So I’ve been doing some interviews for [UPDATE: a sadly now-defunct site called] The Kartel, and if I do say so myself, they’ve been going quite well. Below you’ll find an audio interview with Supergiant Games’ Greg Kasavin (whose game Bastion is out now) and ACE Team’s Carlos Bordeu (whose game Rock of Ages will be out next month).
Fresh from the success of their unapologetically trippy first-person brawler Zeno Clash, ACE Team announced Rock of Ages, a “tower offence” game about arranging great works of art from five periods–Classical Greek, Medieval, Renaissance, Rococo, and Romanticism–and then crushing them with a giant boulder. Carlos Bordeu (the C in ACE Team) sat down with The Kartel to discuss the game’s art-history-by-way-of-Terry-Gilliam look, and how the team’s process has changed since Zeno Clash.
Carlos Bordeu: In a sense, the development of Rock of Ages tended to balance itself out since we moved from Valve’s Source Engine technology to Epic’s Unreal Engine which, being a different beast altogether, required our entire studio to be actively looking for ways to improve our processes and methods while distributing this knowledge with the rest of the team. Learning to maneuver in Unreal forced us to do many small-scale local tests for several parts of the game in order to get the best gameplay and graphical experience we could deliver.
In terms of our work force, we had a more balanced team. There were three programmers who worked on Rock of Ages, instead of David alone who almost entirely had to make Zeno Clash for the PC.
TK: The visuals in Zeno Clash don’t look quite like anything else, but in Rock of Ages you’re explicitly working from the styles of other artists. Has that been an adjustment?
CB: The process itself involved doing a lot of research about artists and styles we are fond of and distilling what we consider the most valuable and in tune with our game vision and we go with it. However we do believe that a certain “ACE Team” style has been applied to the game overall, and we’ve not just simply tried to only reference the art periods. Certainly using classic art as a reference for the game has given us a chance to once again produce visuals not very commonly seen in videogames.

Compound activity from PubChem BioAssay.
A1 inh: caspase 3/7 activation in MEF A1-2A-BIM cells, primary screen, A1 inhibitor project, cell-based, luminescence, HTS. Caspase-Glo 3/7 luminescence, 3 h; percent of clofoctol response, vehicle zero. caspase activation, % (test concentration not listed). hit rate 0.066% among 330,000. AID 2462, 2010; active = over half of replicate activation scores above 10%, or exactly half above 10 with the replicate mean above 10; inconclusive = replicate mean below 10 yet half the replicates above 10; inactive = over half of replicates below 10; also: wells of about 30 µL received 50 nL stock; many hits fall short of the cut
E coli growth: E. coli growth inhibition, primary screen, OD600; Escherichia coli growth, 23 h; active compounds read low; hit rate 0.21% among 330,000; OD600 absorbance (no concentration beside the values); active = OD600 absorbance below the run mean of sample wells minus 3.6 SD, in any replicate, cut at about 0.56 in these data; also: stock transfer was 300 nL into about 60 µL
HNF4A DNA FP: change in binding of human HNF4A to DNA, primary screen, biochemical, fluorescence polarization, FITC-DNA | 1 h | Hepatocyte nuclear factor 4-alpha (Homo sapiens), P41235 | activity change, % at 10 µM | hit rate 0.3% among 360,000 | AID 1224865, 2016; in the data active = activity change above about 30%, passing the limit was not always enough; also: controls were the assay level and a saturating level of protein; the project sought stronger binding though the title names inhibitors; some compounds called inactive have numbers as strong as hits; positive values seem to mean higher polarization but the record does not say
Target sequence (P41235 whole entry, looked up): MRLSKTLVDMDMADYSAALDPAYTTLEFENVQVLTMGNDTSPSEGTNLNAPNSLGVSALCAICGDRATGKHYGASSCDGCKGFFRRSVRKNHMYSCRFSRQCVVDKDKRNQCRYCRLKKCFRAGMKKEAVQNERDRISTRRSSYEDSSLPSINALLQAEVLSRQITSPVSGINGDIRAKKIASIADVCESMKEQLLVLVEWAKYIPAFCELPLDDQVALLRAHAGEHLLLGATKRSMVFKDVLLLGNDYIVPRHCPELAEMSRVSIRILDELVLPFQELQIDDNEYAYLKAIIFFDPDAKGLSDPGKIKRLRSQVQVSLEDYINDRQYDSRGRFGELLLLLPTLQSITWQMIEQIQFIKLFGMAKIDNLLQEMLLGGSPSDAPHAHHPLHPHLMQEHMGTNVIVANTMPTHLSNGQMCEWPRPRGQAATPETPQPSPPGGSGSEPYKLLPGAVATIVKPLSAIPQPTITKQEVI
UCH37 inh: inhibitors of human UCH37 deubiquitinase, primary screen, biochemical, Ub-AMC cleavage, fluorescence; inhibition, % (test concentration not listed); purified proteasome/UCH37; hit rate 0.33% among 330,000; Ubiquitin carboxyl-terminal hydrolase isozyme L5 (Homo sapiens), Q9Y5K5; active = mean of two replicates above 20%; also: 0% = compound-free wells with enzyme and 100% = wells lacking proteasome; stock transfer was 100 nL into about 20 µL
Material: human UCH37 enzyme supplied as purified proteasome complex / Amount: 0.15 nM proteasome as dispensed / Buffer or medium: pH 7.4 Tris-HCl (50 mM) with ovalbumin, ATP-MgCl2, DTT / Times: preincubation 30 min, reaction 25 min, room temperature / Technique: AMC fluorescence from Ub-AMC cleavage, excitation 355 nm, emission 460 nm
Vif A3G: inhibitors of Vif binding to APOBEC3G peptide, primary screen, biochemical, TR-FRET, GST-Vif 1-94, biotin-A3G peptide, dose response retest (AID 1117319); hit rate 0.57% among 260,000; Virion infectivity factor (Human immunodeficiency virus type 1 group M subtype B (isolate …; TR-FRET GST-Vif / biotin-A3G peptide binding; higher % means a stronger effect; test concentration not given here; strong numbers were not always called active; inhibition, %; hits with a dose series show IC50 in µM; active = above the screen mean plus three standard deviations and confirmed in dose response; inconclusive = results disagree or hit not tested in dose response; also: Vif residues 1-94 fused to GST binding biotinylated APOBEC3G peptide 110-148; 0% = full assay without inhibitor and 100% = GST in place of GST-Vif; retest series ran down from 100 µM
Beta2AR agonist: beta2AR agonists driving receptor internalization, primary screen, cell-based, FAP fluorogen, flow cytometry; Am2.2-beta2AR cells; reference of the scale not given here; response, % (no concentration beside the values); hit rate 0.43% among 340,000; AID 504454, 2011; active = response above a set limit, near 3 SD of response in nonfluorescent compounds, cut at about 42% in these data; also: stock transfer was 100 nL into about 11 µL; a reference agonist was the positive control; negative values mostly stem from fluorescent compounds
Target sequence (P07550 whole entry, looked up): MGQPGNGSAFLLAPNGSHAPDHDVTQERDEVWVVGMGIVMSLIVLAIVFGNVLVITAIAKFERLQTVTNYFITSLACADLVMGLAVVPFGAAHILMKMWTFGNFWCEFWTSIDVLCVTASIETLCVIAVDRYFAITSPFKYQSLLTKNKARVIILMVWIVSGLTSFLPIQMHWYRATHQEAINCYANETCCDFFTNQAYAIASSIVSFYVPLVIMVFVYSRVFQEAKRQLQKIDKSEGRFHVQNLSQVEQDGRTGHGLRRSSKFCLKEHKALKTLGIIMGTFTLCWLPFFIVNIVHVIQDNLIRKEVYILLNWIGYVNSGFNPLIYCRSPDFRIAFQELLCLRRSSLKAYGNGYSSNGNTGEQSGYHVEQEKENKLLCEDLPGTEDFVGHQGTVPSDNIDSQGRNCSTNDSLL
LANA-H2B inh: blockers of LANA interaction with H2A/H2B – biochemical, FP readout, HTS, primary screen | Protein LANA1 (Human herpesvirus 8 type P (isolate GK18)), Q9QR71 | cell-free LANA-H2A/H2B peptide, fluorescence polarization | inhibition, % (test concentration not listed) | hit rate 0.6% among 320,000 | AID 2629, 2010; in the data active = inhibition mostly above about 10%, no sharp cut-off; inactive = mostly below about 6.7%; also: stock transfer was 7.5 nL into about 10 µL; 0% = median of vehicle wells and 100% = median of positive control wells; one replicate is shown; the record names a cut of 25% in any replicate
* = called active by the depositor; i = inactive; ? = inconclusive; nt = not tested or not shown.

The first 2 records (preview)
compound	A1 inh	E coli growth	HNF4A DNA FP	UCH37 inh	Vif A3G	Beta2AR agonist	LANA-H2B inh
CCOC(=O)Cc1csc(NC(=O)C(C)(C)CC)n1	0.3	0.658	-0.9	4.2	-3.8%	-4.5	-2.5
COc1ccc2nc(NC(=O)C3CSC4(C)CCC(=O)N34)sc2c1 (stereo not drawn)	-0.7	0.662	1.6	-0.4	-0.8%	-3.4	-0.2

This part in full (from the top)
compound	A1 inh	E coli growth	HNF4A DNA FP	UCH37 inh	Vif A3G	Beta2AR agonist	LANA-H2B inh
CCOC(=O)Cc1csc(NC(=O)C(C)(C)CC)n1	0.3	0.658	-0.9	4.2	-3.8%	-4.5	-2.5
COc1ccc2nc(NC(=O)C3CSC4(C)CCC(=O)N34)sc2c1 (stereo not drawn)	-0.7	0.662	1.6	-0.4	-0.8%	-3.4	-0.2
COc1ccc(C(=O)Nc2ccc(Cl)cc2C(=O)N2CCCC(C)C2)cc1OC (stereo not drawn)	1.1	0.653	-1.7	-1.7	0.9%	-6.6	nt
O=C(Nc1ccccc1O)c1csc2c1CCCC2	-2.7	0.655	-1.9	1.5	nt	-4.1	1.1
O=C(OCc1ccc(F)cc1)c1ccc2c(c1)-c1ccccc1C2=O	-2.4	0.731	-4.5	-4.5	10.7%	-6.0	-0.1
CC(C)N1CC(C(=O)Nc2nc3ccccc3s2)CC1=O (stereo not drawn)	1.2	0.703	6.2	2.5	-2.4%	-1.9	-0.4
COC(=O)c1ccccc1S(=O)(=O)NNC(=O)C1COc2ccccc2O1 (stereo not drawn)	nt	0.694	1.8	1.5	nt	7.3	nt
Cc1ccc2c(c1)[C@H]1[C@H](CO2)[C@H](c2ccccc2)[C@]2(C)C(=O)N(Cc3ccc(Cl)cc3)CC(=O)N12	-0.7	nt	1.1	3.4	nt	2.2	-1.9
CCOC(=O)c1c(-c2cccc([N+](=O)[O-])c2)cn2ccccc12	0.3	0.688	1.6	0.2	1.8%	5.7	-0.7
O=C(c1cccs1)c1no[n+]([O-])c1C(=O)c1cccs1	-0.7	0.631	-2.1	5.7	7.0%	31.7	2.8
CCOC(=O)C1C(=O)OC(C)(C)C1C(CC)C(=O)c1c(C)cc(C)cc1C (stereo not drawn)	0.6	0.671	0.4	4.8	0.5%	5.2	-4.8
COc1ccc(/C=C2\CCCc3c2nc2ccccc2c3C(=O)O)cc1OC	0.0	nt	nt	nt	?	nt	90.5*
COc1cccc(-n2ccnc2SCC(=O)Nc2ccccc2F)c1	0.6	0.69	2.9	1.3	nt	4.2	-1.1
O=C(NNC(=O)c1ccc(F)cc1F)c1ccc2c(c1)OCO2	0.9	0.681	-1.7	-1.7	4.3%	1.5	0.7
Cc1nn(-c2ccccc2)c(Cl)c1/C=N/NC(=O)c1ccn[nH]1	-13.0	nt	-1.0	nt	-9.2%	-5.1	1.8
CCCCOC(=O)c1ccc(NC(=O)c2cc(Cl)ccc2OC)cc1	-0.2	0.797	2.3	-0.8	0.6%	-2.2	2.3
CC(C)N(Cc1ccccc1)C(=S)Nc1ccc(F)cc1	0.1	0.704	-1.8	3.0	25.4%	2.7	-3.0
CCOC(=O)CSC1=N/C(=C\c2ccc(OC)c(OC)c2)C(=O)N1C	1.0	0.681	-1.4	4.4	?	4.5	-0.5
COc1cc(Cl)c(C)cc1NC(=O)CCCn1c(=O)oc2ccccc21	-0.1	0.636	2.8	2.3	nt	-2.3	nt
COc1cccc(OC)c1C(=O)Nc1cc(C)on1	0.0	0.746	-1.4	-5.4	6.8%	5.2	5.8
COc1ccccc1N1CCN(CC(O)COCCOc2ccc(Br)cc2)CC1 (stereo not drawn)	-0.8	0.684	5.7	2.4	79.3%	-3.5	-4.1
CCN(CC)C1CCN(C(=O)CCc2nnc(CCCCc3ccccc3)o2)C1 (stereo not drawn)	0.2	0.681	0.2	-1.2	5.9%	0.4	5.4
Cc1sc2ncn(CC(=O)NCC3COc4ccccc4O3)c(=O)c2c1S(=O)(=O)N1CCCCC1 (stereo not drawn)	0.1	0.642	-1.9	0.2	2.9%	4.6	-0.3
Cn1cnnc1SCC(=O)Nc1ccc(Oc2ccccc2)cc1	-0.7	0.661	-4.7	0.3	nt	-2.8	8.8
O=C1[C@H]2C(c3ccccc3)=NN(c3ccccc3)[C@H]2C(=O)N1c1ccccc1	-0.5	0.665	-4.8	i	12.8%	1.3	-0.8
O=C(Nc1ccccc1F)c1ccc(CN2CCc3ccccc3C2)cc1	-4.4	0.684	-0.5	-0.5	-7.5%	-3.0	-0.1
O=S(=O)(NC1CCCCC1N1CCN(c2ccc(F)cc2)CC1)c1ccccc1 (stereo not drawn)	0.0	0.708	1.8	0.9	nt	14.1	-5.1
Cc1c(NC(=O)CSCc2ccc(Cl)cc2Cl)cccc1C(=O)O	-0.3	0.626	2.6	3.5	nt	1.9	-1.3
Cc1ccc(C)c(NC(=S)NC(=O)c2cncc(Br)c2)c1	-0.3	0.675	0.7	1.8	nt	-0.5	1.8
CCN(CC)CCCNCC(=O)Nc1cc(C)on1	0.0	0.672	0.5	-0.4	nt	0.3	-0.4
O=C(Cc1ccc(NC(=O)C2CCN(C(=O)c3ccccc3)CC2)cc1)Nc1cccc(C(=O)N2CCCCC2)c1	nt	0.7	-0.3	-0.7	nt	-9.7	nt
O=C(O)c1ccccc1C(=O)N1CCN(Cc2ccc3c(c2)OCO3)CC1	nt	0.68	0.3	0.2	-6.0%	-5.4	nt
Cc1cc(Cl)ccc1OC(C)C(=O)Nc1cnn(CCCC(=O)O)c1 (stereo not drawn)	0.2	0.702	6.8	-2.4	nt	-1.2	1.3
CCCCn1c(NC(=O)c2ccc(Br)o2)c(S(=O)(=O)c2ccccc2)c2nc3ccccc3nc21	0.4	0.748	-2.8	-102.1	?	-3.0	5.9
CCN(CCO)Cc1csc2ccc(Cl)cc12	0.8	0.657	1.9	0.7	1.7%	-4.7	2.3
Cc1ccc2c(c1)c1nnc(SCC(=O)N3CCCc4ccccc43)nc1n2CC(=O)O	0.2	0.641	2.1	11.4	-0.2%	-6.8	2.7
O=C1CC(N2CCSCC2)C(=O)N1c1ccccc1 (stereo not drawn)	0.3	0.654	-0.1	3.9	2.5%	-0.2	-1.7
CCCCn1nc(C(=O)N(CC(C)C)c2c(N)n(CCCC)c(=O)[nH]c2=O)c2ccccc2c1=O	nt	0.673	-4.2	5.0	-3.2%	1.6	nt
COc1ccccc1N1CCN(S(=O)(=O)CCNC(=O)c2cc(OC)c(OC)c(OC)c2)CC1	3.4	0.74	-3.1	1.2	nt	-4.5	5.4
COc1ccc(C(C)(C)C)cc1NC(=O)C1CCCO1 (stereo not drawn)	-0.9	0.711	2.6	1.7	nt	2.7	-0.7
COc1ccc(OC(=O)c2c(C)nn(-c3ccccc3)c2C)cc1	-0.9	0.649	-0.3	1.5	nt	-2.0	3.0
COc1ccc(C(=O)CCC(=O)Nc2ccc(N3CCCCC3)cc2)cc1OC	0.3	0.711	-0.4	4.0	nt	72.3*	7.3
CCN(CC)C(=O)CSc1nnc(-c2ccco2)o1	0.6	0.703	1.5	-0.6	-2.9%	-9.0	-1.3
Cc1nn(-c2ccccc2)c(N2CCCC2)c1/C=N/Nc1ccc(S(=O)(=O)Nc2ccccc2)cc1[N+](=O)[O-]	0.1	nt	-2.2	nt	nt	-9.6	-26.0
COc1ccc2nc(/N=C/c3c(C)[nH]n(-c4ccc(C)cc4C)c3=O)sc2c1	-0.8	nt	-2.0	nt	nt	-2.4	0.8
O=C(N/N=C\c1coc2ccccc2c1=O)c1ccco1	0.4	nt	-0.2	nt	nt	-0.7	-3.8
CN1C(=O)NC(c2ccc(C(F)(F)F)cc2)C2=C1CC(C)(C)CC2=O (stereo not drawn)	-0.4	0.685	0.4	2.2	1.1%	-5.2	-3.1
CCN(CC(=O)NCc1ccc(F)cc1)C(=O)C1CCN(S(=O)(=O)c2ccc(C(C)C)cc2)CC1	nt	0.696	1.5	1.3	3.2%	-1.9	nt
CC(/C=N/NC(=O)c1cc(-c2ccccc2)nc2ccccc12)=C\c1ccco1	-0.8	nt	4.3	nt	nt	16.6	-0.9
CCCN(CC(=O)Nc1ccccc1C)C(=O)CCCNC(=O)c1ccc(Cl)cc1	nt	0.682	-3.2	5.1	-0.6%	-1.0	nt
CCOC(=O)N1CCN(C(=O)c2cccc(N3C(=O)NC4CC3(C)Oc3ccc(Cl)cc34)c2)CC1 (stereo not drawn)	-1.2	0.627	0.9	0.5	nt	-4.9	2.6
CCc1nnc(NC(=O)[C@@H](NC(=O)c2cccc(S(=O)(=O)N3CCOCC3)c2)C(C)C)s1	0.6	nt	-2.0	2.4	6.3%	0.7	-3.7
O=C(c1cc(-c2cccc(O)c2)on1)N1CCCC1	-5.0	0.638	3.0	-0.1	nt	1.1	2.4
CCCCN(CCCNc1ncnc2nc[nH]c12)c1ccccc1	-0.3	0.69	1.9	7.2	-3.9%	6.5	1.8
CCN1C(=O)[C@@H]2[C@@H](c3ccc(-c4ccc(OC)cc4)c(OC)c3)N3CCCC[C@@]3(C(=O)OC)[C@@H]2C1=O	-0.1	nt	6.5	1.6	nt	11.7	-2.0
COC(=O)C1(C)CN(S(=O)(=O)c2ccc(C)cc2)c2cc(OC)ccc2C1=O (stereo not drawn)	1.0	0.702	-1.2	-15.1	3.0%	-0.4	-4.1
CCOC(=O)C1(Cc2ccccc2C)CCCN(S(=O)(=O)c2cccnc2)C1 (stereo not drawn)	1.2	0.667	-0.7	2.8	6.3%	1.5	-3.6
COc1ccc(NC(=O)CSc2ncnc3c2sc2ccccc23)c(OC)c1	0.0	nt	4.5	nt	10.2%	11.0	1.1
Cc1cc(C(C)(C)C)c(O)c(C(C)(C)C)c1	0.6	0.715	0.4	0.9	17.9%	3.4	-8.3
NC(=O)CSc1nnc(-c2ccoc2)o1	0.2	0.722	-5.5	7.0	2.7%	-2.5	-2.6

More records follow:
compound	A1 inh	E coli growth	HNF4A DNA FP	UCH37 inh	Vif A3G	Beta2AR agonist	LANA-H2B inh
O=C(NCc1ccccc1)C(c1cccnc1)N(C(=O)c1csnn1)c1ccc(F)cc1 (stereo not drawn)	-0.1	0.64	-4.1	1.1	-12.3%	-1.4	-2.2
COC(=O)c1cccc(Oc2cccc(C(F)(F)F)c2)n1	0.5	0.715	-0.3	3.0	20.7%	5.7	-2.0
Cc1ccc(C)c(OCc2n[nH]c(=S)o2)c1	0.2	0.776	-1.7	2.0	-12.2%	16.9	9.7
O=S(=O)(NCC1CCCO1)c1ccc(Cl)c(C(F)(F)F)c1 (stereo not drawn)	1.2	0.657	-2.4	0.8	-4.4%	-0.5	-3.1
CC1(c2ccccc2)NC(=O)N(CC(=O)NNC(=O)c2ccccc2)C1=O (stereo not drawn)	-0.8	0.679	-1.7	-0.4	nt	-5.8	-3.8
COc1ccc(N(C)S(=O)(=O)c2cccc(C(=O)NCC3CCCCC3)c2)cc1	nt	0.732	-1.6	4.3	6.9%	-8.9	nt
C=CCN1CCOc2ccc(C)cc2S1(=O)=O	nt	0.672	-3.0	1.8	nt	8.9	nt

TK: Did the chronological order of the game’s levels lend itself well to introducing new game mechanics, and to a difficulty curve?
CB: Although the main game concept consists of placing your defenses, and then going to destroy the opponent with your giant boulder, the game progression is set up to slowly introduce the the player to different defensive units to maintain the focus on learning new strategies while you advance.
The level design also plays a very big part of the game’s design. Some strategic units work extremely well on certain types of levels, but not so well on others. Not all the same units are available on all levels which means learning a specific strategy and repeating it for all the game will never work. The boss levels [such as the confrontation with Michelangelo’s David in the original trailer] are also a pretty big deviation from the traditional gameplay during the campaign.
TK: Could you talk a bit about the story in the single-player campaign? How does the myth of Sisyphus figure in?
CB: To be quite honest, the story is quite *as Dr. Evil would say* inconsequential. It jumps from one place to the next in a very dreamlike fashion, always in the style of old Monty Python movies and Terry Gilliam short animations.
But yes… Videogames in general are about being resilient in the pursuit of a goal, which usually means doing the same thing over and over until you conquer it (a bit like the Greek myth of Sisyphus pushing his boulder up a hill forever).